USDA Forest Service

Pacific Southwest Research Station

Pacific Southwest
Research Station

800 Buchanan Street
Albany, CA 94710-0011
(510) 883-8830
United States Department of Agriculture Forest Service. USDA logo which links to the department's national site. Forest Service logo which links to the agency's national site.

Adaptive management handbook and tools for vegetation management and estimation of pollutant loading from forested catchments

Principal Investigators:
Michael Hogan, Integrated Environmental Restoration Services, Inc.
Mark Grismer, Vadose Zone Hydrology & University of California, Davis

Proposal [pdf]

Final Report [pdf]

Project Summary

This Guidebook is comprised of three main parts. Taken as a whole the Guidebook offers many levels of management tools, from big picture to specific treatment and monitoring tools. Most users of this Guidebook will access different sections or tools as it applies to their project. In order to gain the most from this Guidebook, a review of the outcome-based management process in Part One will be useful. Specific management, treatment and assessment tools are found in Part Two. Relevant research is summarized in the Annotated Bibliography, Part Three, which provides a technical foundation for much of the thinking and approaches found in the rest of the Guidebook. We hope that this Guidebook will serve as a valuable roadmap and practical resource that supports your efforts to manage and improve watersheds.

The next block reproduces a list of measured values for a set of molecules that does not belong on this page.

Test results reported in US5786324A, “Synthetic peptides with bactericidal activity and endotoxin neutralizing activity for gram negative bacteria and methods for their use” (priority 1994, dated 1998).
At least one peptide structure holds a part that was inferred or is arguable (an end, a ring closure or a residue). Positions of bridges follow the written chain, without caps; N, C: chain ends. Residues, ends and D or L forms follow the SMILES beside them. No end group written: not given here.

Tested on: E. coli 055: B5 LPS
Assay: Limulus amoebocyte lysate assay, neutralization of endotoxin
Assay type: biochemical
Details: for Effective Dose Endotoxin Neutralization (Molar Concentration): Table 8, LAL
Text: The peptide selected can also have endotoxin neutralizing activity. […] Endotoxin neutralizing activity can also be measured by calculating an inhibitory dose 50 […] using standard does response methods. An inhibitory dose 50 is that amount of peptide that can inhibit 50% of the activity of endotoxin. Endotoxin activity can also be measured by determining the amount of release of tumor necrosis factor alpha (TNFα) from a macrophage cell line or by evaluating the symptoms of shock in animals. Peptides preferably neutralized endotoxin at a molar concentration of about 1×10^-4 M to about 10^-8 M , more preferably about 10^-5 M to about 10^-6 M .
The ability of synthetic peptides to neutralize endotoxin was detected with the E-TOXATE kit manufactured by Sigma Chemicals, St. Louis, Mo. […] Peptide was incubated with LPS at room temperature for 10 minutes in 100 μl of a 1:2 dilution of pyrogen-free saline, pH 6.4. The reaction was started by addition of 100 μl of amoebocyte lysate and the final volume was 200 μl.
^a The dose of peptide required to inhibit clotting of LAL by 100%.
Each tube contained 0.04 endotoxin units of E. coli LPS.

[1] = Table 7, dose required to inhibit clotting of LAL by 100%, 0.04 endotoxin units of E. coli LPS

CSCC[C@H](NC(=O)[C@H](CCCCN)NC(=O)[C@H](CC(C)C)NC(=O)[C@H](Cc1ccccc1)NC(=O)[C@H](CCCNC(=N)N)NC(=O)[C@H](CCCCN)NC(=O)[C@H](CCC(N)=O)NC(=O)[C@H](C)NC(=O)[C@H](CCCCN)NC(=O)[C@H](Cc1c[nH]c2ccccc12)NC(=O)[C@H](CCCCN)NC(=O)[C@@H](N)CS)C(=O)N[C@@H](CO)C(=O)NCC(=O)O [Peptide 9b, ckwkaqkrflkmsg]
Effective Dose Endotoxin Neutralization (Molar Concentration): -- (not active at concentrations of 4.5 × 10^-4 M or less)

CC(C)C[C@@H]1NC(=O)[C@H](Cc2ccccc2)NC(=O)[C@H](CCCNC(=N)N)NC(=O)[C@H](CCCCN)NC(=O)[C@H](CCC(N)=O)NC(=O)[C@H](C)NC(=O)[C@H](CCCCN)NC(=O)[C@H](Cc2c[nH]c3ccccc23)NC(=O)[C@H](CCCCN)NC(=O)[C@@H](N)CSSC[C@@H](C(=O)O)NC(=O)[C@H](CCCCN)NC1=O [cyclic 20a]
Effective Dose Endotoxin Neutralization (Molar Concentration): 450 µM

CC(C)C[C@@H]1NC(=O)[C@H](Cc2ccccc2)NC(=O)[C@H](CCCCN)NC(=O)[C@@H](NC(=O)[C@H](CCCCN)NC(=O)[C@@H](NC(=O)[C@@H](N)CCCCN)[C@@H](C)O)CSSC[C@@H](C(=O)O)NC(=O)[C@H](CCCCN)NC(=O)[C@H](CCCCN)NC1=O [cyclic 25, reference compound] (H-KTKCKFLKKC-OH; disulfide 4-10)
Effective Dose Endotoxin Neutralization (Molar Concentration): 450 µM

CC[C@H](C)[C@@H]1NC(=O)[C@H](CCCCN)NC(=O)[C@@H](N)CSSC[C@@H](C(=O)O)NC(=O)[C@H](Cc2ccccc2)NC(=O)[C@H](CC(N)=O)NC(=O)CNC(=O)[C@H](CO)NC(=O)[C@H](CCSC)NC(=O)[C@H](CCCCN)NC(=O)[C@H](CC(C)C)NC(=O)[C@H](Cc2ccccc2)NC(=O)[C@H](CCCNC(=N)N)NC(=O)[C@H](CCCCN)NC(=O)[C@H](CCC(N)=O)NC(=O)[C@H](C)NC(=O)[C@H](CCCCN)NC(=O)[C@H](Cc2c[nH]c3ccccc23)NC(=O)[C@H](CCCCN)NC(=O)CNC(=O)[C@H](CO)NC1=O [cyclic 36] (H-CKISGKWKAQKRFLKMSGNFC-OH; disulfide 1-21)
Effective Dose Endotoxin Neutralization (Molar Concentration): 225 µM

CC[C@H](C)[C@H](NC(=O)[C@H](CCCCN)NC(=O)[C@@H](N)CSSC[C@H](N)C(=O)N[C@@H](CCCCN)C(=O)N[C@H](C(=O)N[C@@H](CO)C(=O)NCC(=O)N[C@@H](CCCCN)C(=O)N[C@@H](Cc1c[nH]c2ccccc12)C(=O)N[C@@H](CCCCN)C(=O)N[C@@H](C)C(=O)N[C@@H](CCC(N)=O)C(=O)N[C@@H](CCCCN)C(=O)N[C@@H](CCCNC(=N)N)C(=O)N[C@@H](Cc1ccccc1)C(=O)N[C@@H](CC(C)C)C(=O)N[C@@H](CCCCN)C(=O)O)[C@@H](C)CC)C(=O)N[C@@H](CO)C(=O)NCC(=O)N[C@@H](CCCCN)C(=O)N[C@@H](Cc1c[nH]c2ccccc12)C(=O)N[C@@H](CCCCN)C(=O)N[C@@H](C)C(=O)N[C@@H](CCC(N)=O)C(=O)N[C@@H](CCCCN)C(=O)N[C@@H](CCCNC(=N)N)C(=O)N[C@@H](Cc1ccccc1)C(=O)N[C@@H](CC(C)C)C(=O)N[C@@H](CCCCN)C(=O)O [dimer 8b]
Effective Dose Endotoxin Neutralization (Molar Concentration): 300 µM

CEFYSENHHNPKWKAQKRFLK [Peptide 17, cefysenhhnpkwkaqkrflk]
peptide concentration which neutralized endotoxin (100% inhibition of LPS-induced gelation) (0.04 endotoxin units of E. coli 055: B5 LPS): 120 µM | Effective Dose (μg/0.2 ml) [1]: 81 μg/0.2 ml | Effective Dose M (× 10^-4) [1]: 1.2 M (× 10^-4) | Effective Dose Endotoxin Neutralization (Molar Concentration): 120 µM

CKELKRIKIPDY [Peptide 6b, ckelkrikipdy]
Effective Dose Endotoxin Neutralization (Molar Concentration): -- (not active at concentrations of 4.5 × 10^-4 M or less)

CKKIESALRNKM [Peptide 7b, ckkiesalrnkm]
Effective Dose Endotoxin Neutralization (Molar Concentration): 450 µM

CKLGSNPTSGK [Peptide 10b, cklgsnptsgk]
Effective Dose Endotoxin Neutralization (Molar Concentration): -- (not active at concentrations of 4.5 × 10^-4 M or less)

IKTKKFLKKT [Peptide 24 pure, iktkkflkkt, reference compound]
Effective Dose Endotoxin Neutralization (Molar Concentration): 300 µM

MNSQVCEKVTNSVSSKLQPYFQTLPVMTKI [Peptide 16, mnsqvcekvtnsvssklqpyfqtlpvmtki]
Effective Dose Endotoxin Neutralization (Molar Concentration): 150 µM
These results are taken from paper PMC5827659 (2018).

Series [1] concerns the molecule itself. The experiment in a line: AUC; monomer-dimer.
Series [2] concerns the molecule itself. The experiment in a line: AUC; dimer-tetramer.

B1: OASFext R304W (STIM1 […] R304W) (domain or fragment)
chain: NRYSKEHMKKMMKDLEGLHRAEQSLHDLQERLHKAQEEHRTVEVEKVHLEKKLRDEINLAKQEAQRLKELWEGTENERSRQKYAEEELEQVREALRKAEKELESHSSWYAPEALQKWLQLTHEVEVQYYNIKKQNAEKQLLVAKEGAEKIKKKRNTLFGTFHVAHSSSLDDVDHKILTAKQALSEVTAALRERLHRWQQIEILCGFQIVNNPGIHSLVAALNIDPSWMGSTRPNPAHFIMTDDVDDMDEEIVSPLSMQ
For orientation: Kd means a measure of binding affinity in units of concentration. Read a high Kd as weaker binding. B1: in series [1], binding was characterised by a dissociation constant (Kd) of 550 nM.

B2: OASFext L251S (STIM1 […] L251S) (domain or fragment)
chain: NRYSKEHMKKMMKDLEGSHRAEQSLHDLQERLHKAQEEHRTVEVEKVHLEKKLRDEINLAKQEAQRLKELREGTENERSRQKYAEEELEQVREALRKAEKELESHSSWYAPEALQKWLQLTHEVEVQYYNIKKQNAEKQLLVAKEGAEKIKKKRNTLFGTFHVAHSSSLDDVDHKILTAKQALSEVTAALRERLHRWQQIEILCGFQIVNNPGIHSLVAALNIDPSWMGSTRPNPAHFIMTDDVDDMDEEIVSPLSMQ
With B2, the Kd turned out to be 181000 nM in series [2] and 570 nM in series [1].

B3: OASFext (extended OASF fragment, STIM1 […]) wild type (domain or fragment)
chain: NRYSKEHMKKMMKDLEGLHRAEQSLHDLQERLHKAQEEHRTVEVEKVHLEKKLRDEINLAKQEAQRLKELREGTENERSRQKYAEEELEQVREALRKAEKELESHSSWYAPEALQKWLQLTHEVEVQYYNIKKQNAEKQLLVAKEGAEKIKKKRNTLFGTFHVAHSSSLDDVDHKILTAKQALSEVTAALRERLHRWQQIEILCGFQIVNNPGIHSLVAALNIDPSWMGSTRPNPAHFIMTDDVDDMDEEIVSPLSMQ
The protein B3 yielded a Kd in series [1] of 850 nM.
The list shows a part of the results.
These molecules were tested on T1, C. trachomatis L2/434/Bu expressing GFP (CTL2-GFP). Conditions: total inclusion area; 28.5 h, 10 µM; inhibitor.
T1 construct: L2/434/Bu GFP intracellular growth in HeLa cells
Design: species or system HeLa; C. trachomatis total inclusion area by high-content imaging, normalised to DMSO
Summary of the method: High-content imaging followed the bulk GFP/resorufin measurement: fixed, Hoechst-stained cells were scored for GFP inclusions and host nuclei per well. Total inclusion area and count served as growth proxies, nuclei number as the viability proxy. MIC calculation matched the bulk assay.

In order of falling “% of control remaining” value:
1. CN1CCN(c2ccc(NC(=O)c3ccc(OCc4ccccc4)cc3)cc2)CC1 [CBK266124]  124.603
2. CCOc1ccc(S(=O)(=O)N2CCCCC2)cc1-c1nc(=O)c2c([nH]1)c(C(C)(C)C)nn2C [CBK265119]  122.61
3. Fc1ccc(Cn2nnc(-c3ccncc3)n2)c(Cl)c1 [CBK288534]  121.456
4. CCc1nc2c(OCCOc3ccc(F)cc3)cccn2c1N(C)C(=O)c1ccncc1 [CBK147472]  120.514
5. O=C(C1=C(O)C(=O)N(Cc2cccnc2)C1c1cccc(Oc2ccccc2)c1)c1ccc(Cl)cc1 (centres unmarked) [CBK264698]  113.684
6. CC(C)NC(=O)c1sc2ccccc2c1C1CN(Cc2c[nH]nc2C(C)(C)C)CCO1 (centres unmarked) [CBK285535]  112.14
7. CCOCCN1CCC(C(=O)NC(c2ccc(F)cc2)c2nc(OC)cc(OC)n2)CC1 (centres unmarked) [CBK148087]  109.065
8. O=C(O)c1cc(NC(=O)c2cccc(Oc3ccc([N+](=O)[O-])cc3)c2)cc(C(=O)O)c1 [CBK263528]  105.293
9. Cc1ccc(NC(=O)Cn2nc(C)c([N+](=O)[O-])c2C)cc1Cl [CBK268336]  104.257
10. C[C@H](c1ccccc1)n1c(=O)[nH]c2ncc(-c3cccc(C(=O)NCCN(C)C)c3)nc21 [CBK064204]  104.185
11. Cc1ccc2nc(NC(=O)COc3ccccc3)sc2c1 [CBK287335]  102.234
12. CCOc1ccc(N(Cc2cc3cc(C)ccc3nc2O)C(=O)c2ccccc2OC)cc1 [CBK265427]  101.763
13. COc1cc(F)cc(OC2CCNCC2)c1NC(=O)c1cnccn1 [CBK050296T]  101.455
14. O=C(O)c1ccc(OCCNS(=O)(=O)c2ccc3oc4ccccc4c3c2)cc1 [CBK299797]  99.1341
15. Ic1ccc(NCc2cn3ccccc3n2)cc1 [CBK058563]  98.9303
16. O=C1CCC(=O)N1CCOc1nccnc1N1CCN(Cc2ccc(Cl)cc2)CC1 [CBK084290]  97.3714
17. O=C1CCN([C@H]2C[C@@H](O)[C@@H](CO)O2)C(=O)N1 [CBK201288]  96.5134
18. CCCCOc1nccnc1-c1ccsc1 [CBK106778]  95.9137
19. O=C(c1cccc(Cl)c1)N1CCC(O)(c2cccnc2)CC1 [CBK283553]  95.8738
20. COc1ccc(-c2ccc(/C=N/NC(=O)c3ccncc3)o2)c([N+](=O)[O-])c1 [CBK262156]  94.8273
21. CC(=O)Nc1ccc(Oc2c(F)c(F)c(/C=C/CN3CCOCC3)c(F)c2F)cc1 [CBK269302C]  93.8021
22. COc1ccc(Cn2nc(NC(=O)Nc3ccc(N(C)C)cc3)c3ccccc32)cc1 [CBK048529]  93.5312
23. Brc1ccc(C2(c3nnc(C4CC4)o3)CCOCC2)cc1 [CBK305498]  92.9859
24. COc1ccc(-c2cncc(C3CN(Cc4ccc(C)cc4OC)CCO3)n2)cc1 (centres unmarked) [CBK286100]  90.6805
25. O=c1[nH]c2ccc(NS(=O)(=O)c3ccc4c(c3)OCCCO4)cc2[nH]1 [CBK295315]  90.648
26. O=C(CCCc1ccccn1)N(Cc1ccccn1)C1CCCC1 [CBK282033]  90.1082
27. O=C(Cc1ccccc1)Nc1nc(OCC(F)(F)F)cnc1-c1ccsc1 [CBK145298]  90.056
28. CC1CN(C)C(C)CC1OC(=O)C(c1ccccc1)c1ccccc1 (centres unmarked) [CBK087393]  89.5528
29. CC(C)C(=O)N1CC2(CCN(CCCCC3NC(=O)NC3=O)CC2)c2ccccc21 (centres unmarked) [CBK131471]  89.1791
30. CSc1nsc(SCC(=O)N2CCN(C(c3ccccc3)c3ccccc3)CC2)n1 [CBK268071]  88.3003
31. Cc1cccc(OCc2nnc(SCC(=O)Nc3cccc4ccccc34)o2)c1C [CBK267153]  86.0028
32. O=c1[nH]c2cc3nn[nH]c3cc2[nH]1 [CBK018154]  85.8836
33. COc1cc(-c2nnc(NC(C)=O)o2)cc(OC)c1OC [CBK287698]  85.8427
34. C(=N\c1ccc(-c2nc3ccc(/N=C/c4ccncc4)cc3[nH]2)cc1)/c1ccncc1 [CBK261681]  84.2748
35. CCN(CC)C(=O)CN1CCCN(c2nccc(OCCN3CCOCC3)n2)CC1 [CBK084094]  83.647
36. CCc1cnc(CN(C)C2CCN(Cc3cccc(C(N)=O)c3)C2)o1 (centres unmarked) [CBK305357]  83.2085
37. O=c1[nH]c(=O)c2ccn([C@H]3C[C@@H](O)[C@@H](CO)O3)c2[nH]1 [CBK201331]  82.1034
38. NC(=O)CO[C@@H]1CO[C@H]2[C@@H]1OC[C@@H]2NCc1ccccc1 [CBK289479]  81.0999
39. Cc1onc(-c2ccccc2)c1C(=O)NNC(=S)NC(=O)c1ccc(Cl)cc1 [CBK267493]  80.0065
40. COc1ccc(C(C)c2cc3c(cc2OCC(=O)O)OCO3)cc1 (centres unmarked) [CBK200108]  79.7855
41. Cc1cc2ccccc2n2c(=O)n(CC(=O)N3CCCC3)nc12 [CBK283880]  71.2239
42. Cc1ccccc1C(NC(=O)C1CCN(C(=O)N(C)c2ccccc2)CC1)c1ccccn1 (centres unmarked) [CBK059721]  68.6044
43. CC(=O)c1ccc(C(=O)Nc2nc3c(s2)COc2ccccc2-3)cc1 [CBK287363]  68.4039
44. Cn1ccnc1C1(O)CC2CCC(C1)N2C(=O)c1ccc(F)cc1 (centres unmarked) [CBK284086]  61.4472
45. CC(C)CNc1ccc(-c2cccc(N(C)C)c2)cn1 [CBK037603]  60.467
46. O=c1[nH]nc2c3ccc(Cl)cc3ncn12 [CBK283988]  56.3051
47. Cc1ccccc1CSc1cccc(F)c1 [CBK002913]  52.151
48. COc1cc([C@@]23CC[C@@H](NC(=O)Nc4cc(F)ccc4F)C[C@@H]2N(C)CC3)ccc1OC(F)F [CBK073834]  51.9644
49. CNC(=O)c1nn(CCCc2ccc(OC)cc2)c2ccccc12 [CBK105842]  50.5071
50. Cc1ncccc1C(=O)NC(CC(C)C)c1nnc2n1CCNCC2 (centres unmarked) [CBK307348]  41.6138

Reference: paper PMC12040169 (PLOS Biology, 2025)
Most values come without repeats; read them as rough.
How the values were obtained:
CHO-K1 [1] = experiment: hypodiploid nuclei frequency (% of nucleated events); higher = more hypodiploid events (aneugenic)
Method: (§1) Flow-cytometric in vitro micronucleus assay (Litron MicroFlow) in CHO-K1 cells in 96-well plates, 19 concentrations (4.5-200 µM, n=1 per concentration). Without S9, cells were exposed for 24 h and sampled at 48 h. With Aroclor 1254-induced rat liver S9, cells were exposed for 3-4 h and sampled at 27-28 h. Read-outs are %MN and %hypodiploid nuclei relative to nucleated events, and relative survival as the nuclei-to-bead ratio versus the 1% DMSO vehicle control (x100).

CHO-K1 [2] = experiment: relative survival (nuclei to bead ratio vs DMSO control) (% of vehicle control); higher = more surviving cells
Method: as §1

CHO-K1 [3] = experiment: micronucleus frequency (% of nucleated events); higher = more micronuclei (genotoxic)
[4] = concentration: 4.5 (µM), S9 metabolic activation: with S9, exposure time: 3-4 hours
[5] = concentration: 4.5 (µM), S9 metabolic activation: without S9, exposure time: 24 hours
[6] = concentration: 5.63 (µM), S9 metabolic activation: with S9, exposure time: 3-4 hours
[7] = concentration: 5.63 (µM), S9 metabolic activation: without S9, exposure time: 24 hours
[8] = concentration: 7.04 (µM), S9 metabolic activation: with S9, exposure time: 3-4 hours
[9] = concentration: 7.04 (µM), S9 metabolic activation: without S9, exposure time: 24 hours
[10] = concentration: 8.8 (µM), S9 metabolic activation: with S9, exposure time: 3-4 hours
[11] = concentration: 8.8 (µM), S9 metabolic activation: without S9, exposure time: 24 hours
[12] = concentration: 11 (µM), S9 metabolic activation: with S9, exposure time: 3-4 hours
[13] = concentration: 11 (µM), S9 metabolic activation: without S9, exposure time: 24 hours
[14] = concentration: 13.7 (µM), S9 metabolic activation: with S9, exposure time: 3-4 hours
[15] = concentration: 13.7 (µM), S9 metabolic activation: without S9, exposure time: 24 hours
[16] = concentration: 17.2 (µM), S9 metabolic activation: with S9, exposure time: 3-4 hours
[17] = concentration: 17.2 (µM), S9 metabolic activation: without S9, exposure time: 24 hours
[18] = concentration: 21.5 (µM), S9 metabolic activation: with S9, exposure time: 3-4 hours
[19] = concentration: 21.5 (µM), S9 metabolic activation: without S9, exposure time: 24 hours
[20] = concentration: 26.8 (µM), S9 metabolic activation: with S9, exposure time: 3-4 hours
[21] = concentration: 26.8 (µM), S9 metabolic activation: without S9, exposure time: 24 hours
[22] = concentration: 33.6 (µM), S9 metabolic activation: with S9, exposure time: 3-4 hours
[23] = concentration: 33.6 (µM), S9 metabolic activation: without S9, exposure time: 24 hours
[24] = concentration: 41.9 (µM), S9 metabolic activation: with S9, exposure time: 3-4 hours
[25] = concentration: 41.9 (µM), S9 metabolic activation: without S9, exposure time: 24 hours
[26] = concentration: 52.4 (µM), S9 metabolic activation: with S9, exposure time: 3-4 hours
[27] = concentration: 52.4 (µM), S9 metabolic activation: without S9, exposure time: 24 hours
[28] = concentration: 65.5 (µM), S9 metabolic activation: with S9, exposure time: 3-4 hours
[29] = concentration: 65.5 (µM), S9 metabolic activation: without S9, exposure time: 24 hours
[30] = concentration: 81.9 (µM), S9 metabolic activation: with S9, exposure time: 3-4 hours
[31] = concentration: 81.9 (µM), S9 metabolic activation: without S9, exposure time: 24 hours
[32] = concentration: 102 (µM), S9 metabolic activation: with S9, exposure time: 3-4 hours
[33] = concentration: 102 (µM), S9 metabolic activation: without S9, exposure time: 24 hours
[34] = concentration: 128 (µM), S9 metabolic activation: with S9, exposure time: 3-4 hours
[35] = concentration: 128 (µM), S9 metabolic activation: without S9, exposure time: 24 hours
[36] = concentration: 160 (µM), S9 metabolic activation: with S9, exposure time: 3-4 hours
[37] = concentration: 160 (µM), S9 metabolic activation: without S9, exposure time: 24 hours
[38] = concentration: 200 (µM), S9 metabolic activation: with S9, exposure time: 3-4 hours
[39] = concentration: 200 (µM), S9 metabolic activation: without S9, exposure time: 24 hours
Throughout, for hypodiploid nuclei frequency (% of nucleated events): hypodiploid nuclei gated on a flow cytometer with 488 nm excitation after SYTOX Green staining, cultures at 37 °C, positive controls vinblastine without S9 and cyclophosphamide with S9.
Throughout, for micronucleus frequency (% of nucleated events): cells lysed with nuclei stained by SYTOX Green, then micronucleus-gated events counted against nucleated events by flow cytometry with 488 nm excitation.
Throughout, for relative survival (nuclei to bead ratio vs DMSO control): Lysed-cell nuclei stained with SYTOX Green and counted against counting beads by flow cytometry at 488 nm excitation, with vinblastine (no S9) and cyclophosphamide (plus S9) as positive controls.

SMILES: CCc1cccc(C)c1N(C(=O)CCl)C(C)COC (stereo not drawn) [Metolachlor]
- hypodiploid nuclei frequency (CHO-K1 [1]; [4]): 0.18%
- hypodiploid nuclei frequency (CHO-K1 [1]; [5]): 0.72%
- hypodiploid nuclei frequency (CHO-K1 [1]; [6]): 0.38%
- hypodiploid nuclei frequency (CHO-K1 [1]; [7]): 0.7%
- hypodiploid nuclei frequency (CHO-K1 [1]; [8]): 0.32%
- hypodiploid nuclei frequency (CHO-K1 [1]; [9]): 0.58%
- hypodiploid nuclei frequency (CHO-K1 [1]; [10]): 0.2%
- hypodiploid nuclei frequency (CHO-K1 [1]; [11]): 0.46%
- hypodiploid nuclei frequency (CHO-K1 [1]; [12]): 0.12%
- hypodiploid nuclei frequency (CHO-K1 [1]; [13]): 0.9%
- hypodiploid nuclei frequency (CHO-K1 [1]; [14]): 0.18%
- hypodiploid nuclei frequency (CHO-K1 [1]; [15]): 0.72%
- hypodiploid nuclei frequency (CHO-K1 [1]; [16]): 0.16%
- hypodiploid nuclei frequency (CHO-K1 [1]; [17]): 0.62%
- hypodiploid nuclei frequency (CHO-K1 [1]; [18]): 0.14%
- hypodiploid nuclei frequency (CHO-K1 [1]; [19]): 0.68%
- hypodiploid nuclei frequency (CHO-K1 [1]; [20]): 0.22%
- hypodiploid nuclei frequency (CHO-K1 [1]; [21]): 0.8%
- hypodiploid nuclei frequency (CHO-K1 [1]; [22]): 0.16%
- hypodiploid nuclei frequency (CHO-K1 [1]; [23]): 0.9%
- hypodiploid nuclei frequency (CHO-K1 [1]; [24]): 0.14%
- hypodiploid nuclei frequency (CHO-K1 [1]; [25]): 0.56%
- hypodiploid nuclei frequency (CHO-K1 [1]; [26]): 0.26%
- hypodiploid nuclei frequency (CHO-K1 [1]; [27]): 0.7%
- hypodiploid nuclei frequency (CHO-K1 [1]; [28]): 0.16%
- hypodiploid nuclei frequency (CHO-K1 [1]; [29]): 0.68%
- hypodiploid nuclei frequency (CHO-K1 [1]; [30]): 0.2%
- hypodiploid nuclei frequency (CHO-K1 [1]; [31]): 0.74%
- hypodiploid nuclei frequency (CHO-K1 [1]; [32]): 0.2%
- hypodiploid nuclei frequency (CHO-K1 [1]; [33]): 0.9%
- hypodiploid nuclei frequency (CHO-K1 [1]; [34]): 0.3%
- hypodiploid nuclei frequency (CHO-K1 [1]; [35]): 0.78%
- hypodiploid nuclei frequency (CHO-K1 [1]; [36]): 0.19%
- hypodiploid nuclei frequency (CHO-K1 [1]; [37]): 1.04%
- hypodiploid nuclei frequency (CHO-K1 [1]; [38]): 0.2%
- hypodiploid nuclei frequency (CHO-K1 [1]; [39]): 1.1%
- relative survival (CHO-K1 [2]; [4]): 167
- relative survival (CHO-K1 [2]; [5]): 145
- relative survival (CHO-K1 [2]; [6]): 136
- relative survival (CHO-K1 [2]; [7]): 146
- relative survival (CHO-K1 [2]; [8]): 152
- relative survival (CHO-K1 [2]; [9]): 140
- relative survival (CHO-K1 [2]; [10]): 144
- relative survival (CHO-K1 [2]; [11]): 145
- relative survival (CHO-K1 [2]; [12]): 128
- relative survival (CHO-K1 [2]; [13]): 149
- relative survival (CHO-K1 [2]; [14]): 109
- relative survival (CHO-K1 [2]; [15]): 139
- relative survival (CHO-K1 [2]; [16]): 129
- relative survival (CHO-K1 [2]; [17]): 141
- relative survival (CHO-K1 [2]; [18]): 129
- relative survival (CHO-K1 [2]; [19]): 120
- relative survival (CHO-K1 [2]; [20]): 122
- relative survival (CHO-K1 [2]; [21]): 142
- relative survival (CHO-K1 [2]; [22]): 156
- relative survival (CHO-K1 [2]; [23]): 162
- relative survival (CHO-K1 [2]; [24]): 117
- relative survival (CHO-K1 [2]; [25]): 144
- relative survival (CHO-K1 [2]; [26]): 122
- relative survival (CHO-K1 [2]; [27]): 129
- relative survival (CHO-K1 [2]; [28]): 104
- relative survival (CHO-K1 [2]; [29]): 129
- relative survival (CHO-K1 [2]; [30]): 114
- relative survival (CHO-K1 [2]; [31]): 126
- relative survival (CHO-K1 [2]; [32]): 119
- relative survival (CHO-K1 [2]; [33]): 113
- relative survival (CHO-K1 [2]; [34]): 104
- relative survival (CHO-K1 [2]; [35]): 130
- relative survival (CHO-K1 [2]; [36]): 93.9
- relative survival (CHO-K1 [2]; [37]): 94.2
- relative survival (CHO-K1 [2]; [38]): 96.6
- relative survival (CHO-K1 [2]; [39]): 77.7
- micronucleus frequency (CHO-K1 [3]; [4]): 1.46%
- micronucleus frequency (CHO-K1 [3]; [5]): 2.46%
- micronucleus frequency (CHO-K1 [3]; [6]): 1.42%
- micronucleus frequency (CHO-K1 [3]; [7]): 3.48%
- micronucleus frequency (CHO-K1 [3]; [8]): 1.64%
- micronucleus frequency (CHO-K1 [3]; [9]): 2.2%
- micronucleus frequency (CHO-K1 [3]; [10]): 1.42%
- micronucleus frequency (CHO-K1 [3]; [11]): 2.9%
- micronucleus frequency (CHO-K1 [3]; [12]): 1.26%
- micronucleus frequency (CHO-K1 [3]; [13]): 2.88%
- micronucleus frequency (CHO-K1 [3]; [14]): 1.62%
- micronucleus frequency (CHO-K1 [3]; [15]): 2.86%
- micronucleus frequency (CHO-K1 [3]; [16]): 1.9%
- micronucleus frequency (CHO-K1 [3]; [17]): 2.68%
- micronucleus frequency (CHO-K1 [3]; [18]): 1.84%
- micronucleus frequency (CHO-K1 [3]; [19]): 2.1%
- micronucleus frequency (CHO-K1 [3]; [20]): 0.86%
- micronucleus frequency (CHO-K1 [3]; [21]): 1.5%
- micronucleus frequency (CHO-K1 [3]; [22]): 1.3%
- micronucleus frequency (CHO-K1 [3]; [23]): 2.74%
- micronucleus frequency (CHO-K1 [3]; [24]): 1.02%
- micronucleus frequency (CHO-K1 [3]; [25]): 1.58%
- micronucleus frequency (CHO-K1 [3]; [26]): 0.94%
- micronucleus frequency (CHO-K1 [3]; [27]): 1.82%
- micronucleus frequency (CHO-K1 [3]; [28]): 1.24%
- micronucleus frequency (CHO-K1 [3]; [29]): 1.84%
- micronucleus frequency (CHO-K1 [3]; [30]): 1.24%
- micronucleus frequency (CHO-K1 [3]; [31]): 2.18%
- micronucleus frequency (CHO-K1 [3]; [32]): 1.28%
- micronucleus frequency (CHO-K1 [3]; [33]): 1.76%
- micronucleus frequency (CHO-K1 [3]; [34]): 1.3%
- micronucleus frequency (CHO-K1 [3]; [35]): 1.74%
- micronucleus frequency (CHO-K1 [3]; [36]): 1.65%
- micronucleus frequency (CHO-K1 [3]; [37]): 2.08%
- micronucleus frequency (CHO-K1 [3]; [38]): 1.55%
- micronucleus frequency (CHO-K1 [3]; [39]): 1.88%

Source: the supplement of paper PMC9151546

Part One lays out a stepwise, outcome- based management process through easy-to-use steps for achieving breakthrough outcomes in watershed management. As you review these steps, we suggest that you pick a real-world project you are working on or about to begin and apply the steps to that project.

Part Two offers specific practices and technical ‘tools’ for implementing the management steps covered in Part One. These tools are organized in the same structure as the steps in Part One and provide specific details and options for implementing each step.

Part Three summarizes relevant research results and journal articles that support and provide background for the tools in Part Two. This annotated bibliography is written in a way that is intended to be accessible and interesting to all people engaged in watershed management, not just foresters or highly technical people.